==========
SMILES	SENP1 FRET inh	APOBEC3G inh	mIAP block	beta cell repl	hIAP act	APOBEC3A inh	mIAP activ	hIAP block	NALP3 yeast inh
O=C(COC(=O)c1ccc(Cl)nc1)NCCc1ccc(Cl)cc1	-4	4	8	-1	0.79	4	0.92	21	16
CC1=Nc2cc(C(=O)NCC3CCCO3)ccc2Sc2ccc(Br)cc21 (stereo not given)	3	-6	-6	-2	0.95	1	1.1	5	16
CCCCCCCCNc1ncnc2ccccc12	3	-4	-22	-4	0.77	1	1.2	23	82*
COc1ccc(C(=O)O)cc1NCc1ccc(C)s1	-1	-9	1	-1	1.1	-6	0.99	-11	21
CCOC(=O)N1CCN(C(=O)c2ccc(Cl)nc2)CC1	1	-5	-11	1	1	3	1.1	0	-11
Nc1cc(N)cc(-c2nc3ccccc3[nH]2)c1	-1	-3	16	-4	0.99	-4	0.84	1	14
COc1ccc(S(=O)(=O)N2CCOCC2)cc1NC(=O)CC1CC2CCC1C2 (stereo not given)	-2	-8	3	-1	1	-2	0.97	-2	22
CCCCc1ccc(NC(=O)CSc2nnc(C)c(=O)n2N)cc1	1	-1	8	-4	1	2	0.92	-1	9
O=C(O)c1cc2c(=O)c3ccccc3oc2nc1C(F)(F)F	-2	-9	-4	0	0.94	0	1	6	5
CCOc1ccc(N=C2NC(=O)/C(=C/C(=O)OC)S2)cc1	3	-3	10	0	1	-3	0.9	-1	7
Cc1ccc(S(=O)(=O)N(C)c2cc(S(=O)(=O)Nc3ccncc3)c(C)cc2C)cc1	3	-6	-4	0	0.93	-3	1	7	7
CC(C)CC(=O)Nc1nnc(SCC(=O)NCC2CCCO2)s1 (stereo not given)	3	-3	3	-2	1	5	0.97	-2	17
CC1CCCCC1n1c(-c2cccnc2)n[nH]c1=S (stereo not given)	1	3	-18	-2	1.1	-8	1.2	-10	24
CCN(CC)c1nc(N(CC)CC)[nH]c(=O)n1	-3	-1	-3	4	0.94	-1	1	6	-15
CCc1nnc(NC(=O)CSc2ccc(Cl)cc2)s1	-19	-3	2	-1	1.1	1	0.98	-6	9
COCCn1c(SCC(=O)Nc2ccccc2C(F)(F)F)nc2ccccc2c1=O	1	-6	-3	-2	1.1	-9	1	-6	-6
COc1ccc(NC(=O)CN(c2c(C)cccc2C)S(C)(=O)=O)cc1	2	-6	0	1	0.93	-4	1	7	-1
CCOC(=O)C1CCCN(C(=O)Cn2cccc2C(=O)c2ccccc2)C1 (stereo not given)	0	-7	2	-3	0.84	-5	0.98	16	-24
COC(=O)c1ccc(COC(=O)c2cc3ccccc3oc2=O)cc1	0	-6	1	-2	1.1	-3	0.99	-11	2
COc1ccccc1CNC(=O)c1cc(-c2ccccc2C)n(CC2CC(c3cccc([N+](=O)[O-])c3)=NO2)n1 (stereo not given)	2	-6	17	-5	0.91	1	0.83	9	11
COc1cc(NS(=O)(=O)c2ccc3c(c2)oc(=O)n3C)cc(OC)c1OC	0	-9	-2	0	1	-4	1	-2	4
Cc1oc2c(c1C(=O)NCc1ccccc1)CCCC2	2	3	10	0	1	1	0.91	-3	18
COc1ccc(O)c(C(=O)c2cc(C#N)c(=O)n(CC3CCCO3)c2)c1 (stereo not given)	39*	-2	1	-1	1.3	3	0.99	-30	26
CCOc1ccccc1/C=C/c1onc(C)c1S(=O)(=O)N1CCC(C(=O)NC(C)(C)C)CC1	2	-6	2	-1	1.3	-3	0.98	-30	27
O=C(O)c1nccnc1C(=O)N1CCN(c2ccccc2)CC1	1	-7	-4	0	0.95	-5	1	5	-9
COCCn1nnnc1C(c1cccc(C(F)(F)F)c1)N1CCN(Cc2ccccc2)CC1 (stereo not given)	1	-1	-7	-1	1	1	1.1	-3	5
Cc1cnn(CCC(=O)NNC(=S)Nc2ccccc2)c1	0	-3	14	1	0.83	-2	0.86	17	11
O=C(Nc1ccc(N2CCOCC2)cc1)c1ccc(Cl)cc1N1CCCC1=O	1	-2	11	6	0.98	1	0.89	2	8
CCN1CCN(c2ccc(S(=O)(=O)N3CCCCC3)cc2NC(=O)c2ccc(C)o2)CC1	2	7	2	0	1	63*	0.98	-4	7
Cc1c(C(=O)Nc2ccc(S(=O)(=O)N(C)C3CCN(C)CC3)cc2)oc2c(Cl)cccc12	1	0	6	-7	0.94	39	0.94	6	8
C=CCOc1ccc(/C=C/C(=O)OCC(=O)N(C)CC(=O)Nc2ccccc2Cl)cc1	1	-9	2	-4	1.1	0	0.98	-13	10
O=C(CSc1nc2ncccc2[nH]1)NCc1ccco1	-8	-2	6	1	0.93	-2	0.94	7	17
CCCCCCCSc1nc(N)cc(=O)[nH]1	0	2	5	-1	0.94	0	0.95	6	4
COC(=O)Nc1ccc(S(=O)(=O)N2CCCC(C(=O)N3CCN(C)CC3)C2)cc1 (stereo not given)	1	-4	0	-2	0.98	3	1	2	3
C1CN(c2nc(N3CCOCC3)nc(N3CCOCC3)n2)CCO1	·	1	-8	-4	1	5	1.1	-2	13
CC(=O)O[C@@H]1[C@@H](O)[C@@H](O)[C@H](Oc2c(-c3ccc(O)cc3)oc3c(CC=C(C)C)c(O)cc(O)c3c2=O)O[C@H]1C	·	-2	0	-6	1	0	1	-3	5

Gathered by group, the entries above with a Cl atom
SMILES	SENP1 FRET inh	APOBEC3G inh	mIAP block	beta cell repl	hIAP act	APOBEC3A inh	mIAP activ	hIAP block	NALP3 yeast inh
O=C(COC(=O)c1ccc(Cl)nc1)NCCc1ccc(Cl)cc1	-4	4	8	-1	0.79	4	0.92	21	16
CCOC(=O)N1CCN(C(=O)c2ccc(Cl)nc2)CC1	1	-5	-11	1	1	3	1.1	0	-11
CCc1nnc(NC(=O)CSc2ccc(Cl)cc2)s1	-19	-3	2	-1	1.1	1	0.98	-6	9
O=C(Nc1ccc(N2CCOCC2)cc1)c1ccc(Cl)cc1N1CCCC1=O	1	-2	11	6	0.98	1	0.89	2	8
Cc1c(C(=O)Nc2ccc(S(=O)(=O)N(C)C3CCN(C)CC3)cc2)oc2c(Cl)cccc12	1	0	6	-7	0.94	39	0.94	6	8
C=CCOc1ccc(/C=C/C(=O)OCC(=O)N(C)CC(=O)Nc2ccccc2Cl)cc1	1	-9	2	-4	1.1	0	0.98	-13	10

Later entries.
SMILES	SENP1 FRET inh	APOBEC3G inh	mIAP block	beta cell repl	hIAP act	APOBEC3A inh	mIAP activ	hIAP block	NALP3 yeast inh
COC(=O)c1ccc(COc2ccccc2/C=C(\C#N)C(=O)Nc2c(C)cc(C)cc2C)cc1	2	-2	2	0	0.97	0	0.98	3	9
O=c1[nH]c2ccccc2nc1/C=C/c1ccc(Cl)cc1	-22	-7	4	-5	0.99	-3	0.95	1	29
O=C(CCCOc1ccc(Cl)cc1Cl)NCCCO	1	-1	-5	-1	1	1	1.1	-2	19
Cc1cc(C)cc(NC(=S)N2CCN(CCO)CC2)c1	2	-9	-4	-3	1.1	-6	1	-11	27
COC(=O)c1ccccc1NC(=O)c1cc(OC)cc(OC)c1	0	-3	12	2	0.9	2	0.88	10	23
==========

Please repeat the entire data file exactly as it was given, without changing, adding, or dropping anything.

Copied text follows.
SMILES	SENP1 FRET inh	APOBEC3G inh	mIAP block	beta cell repl	hIAP act	APOBEC3A inh	mIAP activ	hIAP block	NALP3 yeast inh
O=C(COC(=O)c1ccc(Cl)nc1)NCCc1ccc(Cl)cc1	-4	4	8	-1	0.79	4	0.92	21	16
CC1=Nc2cc(C(=O)NCC3CCCO3)ccc2Sc2ccc(Br)cc21 (stereo not given)	3	-6	-6	-2	0.95	1	1.1	5	16
CCCCCCCCNc1ncnc2ccccc12	3	-4	-22	-4	0.77	1	1.2	23	82*
COc1ccc(C(=O)O)cc1NCc1ccc(C)s1	-1	-9	1	-1	1.1	-6	0.99	-11	21
CCOC(=O)N1CCN(C(=O)c2ccc(Cl)nc2)CC1	1	-5	-11	1	1	3	1.1	0	-11
Nc1cc(N)cc(-c2nc3ccccc3[nH]2)c1	-1	-3	16	-4	0.99	-4	0.84	1	14
COc1ccc(S(=O)(=O)N2CCOCC2)cc1NC(=O)CC1CC2CCC1C2 (stereo not given)	-2	-8	3	-1	1	-2	0.97	-2	22
CCCCc1ccc(NC(=O)CSc2nnc(C)c(=O)n2N)cc1	1	-1	8	-4	1	2	0.92	-1	9
O=C(O)c1cc2c(=O)c3ccccc3oc2nc1C(F)(F)F	-2	-9	-4	0	0.94	0	1	6	5
CCOc1ccc(N=C2NC(=O)/C(=C/C(=O)OC)S2)cc1	3	-3	10	0	1	-3	0.9	-1	7
Cc1ccc(S(=O)(=O)N(C)c2cc(S(=O)(=O)Nc3ccncc3)c(C)cc2C)cc1	3	-6	-4	0	0.93	-3	1	7	7
CC(C)CC(=O)Nc1nnc(SCC(=O)NCC2CCCO2)s1 (stereo not given)	3	-3	3	-2	1	5	0.97	-2	17
CC1CCCCC1n1c(-c2cccnc2)n[nH]c1=S (stereo not given)	1	3	-18	-2	1.1	-8	1.2	-10	24
CCN(CC)c1nc(N(CC)CC)[nH]c(=O)n1	-3	-1	-3	4	0.94	-1	1	6	-15
CCc1nnc(NC(=O)CSc2ccc(Cl)cc2)s1	-19	-3	2	-1	1.1	1	0.98	-6	9
COCCn1c(SCC(=O)Nc2ccccc2C(F)(F)F)nc2ccccc2c1=O	1	-6	-3	-2	1.1	-9	1	-6	-6
COc1ccc(NC(=O)CN(c2c(C)cccc2C)S(C)(=O)=O)cc1	2	-6	0	1	0.93	-4	1	7	-1
CCOC(=O)C1CCCN(C(=O)Cn2cccc2C(=O)c2ccccc2)C1 (stereo not given)	0	-7	2	-3	0.84	-5	0.98	16	-24
COC(=O)c1ccc(COC(=O)c2cc3ccccc3oc2=O)cc1	0	-6	1	-2	1.1	-3	0.99	-11	2
COc1ccccc1CNC(=O)c1cc(-c2ccccc2C)n(CC2CC(c3cccc([N+](=O)[O-])c3)=NO2)n1 (stereo not given)	2	-6	17	-5	0.91	1	0.83	9	11
COc1cc(NS(=O)(=O)c2ccc3c(c2)oc(=O)n3C)cc(OC)c1OC	0	-9	-2	0	1	-4	1	-2	4
Cc1oc2c(c1C(=O)NCc1ccccc1)CCCC2	2	3	10	0	1	1	0.91	-3	18
COc1ccc(O)c(C(=O)c2cc(C#N)c(=O)n(CC3CCCO3)c2)c1 (stereo not given)	39*	-2	1	-1	1.3	3	0.99	-30	26
CCOc1ccccc1/C=C/c1onc(C)c1S(=O)(=O)N1CCC(C(=O)NC(C)(C)C)CC1	2	-6	2	-1	1.3	-3	0.98	-30	27
O=C(O)c1nccnc1C(=O)N1CCN(c2ccccc2)CC1	1	-7	-4	0	0.95	-5	1	5	-9
COCCn1nnnc1C(c1cccc(C(F)(F)F)c1)N1CCN(Cc2ccccc2)CC1 (stereo not given)	1	-1	-7	-1	1	1	1.1	-3	5
Cc1cnn(CCC(=O)NNC(=S)Nc2ccccc2)c1	0	-3	14	1	0.83	-2	0.86	17	11
O=C(Nc1ccc(N2CCOCC2)cc1)c1ccc(Cl)cc1N1CCCC1=O	1	-2	11	6	0.98	1	0.89	2	8
CCN1CCN(c2ccc(S(=O)(=O)N3CCCCC3)cc2NC(=O)c2ccc(C)o2)CC1	2	7	2	0	1	63*	0.98	-4	7
Cc1c(C(=O)Nc2ccc(S(=O)(=O)N(C)C3CCN(C)CC3)cc2)oc2c(Cl)cccc12	1	0	6	-7	0.94	39	0.94	6	8
C=CCOc1ccc(/C=C/C(=O)OCC(=O)N(C)CC(=O)Nc2ccccc2Cl)cc1	1	-9	2	-4	1.1	0	0.98	-13	10
O=C(CSc1nc2ncccc2[nH]1)NCc1ccco1	-8	-2	6	1	0.93	-2	0.94	7	17
CCCCCCCSc1nc(N)cc(=O)[nH]1	0	2	5	-1	0.94	0	0.95	6	4
COC(=O)Nc1ccc(S(=O)(=O)N2CCCC(C(=O)N3CCN(C)CC3)C2)cc1 (stereo not given)	1	-4	0	-2	0.98	3	1	2	3
C1CN(c2nc(N3CCOCC3)nc(N3CCOCC3)n2)CCO1	·	1	-8	-4	1	5	1.1	-2	13
CC(=O)O[C@@H]1[C@@H](O)[C@@H](O)[C@H](Oc2c(-c3ccc(O)cc3)oc3c(CC=C(C)C)c(O)cc(O)c3c2=O)O[C@H]1C	·	-2	0	-6	1	0	1	-3	5

Gathered by group, the entries above with a Cl atom
SMILES	SENP1 FRET inh	APOBEC3G inh	mIAP block	beta cell repl	hIAP act	APOBEC3A inh	mIAP activ	hIAP block	NALP3 yeast inh
O=C(COC(=O)c1ccc(Cl)nc1)NCCc1ccc(Cl)cc1	-4	4	8	-1	0.79	4	0.92	21	16
CCOC(=O)N1CCN(C(=O)c2ccc(Cl)nc2)CC1	1	-5	-11	1	1	3	1.1	0	-11
CCc1nnc(NC(=O)CSc2ccc(Cl)cc2)s1	-19	-3	2	-1	1.1	1	0.98	-6	9
O=C(Nc1ccc(N2CCOCC2)cc1)c1ccc(Cl)cc1N1CCCC1=O	1	-2	11	6	0.98	1	0.89	2	8
Cc1c(C(=O)Nc2ccc(S(=O)(=O)N(C)C3CCN(C)CC3)cc2)oc2c(Cl)cccc12	1	0	6	-7	0.94	39	0.94	6	8
C=CCOc1ccc(/C=C/C(=O)OCC(=O)N(C)CC(=O)Nc2ccccc2Cl)cc1	1	-9	2	-4	1.1	0	0.98	-13	10

Later entries.
SMILES	SENP1 FRET inh	APOBEC3G inh	mIAP block	beta cell repl	hIAP act	APOBEC3A inh	mIAP activ	hIAP block	NALP3 yeast inh
COC(=O)c1ccc(COc2ccccc2/C=C(\C#N)C(=O)Nc2c(C)cc(C)cc2C)cc1	2	-2	2	0	0.97	0	0.98	3	9
O=c1[nH]c2ccccc2nc1/C=C/c1ccc(Cl)cc1	-22	-7	4	-5	0.99	-3	0.95	1	29
O=C(CCCOc1ccc(Cl)cc1Cl)NCCCO	1	-1	-5	-1	1	1	1.1	-2	19
Cc1cc(C)cc(NC(=S)N2CCN(CCO)CC2)c1	2	-9	-4	-3	1.1	-6	1	-11	27
COC(=O)c1ccccc1NC(=O)c1cc(OC)cc(OC)c1	0	-3	12	2	0.9	2	0.88	10	23